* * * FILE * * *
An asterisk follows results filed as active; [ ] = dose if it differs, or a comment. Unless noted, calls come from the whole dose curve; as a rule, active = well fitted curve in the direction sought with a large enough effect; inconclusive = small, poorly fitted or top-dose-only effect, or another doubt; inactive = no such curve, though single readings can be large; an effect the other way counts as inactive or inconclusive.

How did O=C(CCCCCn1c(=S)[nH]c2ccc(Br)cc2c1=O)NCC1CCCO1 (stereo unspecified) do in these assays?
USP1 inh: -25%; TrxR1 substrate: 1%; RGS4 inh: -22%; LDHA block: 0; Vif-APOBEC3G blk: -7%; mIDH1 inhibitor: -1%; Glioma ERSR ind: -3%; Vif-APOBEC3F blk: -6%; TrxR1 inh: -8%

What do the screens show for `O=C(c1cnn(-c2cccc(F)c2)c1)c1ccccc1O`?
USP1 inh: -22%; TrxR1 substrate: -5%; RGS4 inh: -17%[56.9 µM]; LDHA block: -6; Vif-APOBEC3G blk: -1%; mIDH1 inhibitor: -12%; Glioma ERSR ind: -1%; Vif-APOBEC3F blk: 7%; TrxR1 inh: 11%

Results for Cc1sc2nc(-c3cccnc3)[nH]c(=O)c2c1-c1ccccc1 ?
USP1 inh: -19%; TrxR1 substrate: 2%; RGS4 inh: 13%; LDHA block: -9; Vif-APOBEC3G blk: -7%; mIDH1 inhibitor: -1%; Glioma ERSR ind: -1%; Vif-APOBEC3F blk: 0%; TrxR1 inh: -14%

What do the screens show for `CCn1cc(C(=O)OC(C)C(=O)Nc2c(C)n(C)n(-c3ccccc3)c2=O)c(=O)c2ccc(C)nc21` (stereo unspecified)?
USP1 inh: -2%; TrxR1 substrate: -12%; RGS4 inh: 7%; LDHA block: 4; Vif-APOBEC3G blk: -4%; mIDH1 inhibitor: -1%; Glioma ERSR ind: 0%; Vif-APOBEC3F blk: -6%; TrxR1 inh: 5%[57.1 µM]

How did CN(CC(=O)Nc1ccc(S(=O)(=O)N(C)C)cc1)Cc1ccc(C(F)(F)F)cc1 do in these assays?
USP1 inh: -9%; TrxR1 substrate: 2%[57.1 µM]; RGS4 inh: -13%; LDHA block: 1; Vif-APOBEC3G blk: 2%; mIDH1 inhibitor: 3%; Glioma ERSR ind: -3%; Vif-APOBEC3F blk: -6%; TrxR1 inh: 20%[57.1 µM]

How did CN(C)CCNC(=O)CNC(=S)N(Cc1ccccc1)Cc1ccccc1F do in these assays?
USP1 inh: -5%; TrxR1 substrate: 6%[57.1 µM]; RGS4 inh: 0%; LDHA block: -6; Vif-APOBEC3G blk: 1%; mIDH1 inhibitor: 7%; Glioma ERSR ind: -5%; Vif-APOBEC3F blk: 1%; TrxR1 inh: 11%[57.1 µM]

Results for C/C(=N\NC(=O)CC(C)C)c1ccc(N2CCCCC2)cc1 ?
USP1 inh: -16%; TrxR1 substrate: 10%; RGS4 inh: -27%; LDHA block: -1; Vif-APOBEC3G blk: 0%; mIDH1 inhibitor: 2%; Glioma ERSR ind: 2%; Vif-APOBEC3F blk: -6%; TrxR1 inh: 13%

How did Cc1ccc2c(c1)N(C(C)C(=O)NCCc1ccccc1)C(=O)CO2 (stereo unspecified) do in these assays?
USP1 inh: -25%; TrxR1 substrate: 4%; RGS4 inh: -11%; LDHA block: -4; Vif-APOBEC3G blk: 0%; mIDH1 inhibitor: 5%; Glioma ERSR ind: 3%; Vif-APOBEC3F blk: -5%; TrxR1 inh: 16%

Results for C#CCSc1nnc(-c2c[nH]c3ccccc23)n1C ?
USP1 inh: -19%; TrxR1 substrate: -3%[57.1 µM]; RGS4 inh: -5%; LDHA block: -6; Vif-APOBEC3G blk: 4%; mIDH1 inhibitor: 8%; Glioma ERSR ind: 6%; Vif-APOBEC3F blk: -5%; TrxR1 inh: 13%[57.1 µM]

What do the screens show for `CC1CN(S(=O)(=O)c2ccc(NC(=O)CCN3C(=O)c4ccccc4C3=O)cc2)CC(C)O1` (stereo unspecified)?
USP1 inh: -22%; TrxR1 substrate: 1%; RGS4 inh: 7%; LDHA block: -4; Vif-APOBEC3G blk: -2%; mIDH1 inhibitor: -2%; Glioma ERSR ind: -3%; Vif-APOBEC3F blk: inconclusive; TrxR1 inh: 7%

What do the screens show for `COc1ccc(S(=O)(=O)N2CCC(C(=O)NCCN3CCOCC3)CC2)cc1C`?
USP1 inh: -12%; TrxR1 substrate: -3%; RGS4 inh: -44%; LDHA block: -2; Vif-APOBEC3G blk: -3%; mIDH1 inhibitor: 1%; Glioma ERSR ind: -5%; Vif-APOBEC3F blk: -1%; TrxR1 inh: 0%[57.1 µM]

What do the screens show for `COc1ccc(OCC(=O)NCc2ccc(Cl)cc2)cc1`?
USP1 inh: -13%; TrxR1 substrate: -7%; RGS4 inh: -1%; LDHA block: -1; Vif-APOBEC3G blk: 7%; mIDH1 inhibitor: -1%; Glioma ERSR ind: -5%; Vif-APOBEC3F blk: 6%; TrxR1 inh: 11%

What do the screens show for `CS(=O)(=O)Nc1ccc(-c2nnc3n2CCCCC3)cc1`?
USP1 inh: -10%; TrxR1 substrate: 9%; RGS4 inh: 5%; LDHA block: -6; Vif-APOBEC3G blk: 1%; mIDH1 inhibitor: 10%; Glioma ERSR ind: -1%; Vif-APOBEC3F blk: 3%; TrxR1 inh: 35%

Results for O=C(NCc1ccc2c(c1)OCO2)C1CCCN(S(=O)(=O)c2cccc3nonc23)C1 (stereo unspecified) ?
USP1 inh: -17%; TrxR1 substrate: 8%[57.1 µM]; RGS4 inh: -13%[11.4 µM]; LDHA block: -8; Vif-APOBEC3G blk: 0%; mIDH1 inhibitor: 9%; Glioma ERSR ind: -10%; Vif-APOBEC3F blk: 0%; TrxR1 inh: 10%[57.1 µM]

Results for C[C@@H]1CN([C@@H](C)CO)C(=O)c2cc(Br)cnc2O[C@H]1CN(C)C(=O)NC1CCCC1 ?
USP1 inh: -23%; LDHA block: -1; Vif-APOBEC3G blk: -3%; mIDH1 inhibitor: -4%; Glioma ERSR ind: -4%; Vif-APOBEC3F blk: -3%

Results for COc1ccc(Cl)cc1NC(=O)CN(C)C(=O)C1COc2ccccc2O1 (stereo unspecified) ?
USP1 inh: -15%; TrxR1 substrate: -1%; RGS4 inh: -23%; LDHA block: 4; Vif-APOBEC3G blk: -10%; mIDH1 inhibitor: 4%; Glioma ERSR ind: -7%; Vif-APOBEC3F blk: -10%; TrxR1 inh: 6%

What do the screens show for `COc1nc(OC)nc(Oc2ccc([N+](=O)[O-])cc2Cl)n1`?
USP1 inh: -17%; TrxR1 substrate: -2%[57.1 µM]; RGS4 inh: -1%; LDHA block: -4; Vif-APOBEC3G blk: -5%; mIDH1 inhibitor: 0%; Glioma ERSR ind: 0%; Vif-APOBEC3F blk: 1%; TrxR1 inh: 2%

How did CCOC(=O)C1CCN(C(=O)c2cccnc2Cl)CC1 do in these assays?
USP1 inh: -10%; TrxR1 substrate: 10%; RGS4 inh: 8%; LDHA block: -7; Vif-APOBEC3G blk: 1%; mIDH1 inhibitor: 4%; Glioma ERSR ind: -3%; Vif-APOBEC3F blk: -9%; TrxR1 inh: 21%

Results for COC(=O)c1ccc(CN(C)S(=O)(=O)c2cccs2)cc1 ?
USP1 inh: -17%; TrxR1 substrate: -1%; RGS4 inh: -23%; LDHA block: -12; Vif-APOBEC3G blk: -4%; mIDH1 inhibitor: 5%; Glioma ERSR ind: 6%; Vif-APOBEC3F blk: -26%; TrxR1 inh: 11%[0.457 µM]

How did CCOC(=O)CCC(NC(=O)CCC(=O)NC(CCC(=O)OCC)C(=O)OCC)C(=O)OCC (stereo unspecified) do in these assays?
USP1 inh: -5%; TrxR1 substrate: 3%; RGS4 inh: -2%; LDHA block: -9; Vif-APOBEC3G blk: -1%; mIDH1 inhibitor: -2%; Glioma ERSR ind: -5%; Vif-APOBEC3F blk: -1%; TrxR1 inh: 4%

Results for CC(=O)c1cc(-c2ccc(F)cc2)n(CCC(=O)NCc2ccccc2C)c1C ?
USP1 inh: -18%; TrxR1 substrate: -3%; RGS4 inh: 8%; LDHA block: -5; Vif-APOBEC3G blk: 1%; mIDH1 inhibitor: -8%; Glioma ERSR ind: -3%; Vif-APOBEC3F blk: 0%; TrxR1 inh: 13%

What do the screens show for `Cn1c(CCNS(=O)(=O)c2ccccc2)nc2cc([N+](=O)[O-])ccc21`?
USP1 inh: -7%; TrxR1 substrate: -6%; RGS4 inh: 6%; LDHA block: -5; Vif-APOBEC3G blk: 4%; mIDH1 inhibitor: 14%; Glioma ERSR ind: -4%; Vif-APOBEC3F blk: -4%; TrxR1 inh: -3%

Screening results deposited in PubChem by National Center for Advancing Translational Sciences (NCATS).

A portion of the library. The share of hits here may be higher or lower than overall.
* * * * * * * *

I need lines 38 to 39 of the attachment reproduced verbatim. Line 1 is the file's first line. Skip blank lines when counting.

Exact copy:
Results for COC(=O)c1ccc(CN(C)S(=O)(=O)c2cccs2)cc1 ?
USP1 inh: -17%; TrxR1 substrate: -1%; RGS4 inh: -23%; LDHA block: -12; Vif-APOBEC3G blk: -4%; mIDH1 inhibitor: 5%; Glioma ERSR ind: 6%; Vif-APOBEC3F blk: -26%; TrxR1 inh: 11%[0.457 µM]